Richard Fox, a Dilworth Paxson attorney whom Lenfest called the architect of the plan, said the structure differs from comparable ventures, although some exist.
In Florida, the nonprofit Poynter Institute was given the stock of the St. Petersburg Times, now the Tampa Bay Times, which it holds as a taxable subsidiary. In Missouri, Ewing Kauffman arranged to donate his Kansas City Royals to the Greater Kansas City Community Foundation, a succession plan designed to keep the baseball team from being moved to another city.
"It's a plan for the future," Fox said, "to take a vital community asset and put it in good hands."
Within PMN, the donation of the newspapers and website has been a closely guarded secret, the details known only to Lenfest and a few senior executives and attorneys. Meanwhile, the need to accelerate the company's progress into the digital age has become increasingly apparent.
"Our industry is in desperate need of taking bold and innovative steps to ensure our long-term sustainability," PMN executive editor Stan Wischnowski said. "This is a significant move in that direction."
Lenfest said he had been thinking for about a year of how to devise a structure that could support local journalism for decades ahead. After talks with foundation CEO Ramos, the formal creation process was undertaken in mid-December and swiftly concluded.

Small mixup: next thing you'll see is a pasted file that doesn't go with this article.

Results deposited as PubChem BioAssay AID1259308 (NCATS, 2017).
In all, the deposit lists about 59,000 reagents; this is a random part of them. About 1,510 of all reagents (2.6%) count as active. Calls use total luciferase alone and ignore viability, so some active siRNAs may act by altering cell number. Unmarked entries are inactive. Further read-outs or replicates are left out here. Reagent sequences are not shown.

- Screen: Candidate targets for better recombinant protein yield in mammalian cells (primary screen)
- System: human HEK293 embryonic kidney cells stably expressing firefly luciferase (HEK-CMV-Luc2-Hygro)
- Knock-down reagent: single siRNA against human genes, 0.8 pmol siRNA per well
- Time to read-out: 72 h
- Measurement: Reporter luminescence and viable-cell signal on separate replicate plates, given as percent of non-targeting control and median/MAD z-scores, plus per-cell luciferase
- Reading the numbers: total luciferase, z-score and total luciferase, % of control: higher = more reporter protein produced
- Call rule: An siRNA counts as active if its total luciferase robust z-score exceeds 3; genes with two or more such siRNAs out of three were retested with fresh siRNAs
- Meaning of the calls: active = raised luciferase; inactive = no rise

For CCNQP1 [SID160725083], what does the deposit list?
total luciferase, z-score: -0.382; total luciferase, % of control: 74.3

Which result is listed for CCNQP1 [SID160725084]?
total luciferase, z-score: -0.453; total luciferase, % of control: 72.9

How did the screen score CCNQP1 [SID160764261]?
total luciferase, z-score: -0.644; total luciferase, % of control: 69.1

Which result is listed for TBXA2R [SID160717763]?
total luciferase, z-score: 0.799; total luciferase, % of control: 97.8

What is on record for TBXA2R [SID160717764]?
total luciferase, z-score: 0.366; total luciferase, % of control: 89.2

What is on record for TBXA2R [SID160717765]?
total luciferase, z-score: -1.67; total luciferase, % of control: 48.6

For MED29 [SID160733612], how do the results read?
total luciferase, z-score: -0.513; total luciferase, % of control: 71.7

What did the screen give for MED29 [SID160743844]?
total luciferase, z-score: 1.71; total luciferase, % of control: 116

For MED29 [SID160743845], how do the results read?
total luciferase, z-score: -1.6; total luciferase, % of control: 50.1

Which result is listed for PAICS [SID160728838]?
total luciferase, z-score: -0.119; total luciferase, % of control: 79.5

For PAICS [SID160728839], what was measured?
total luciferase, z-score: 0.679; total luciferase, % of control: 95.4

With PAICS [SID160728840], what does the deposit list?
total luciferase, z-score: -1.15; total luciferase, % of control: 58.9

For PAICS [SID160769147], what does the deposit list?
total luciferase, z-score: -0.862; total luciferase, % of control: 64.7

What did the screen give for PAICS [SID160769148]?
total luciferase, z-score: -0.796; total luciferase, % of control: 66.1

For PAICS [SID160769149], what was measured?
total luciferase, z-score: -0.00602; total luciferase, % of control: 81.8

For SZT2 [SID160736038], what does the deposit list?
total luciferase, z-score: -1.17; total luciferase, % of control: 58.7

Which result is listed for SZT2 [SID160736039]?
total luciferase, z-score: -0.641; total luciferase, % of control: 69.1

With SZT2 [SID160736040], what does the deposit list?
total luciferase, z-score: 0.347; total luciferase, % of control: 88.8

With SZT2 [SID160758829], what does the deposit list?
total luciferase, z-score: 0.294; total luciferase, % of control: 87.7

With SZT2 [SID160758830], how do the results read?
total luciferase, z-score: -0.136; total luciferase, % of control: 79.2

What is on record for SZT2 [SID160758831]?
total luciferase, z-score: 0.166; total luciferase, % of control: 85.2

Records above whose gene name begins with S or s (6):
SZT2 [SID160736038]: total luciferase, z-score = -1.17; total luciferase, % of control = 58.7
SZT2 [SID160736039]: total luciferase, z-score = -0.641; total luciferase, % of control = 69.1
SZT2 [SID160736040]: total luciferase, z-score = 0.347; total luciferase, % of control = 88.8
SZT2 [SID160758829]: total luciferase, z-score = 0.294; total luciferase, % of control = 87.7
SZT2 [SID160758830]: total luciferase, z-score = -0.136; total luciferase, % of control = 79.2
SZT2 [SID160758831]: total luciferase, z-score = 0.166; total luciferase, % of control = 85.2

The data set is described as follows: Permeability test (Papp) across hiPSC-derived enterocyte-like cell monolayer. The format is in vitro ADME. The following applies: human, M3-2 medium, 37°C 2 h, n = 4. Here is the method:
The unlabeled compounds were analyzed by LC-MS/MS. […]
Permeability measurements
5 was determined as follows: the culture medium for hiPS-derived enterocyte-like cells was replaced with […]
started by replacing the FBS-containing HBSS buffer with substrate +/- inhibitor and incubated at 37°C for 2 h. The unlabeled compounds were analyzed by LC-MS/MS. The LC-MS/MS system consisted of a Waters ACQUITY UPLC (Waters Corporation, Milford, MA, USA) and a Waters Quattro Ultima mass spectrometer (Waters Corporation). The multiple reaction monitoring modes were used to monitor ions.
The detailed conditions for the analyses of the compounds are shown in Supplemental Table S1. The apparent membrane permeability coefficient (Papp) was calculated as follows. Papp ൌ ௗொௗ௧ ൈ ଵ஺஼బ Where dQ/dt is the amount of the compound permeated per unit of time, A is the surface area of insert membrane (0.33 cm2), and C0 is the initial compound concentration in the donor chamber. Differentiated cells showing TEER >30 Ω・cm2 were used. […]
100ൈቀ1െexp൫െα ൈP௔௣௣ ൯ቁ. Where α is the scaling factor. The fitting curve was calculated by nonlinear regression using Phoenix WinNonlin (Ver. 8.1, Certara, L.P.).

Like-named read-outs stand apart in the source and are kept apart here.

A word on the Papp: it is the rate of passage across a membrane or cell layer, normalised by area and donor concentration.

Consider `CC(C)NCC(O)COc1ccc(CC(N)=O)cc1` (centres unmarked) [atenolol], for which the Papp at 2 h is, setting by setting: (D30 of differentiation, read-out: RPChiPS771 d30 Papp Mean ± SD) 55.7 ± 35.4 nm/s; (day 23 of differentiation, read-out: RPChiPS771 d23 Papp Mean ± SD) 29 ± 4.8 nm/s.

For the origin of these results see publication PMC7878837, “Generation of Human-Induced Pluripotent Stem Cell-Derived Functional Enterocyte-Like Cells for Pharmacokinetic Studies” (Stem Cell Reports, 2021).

Ramos, a lawyer, previously served as city managing director, city solicitor, and chairman of the Philadelphia School Board and the School Reform Commission. He became head of the Philadelphia Foundation in July.
"We're not getting into the newspaper business," Ramos said.
From time to time, he said, the foundation creates certain structures to fit particular opportunities. None is exactly like this one, he added.
But when Lenfest described his vision, Ramos said, "the moment did not escape me, the magnitude of what he was proposing and its importance to Philadelphia, and the extent to which it falls within [our foundation] purview."
PMN planned to announce the news publicly at 11 a.m. Tuesday at the National Constitution Center.Howard Gensler, president of Local 10 of the Newspaper Guild, which represents editorial and other employees, said late Monday that the union would decline to comment until it had a better understanding of the plan.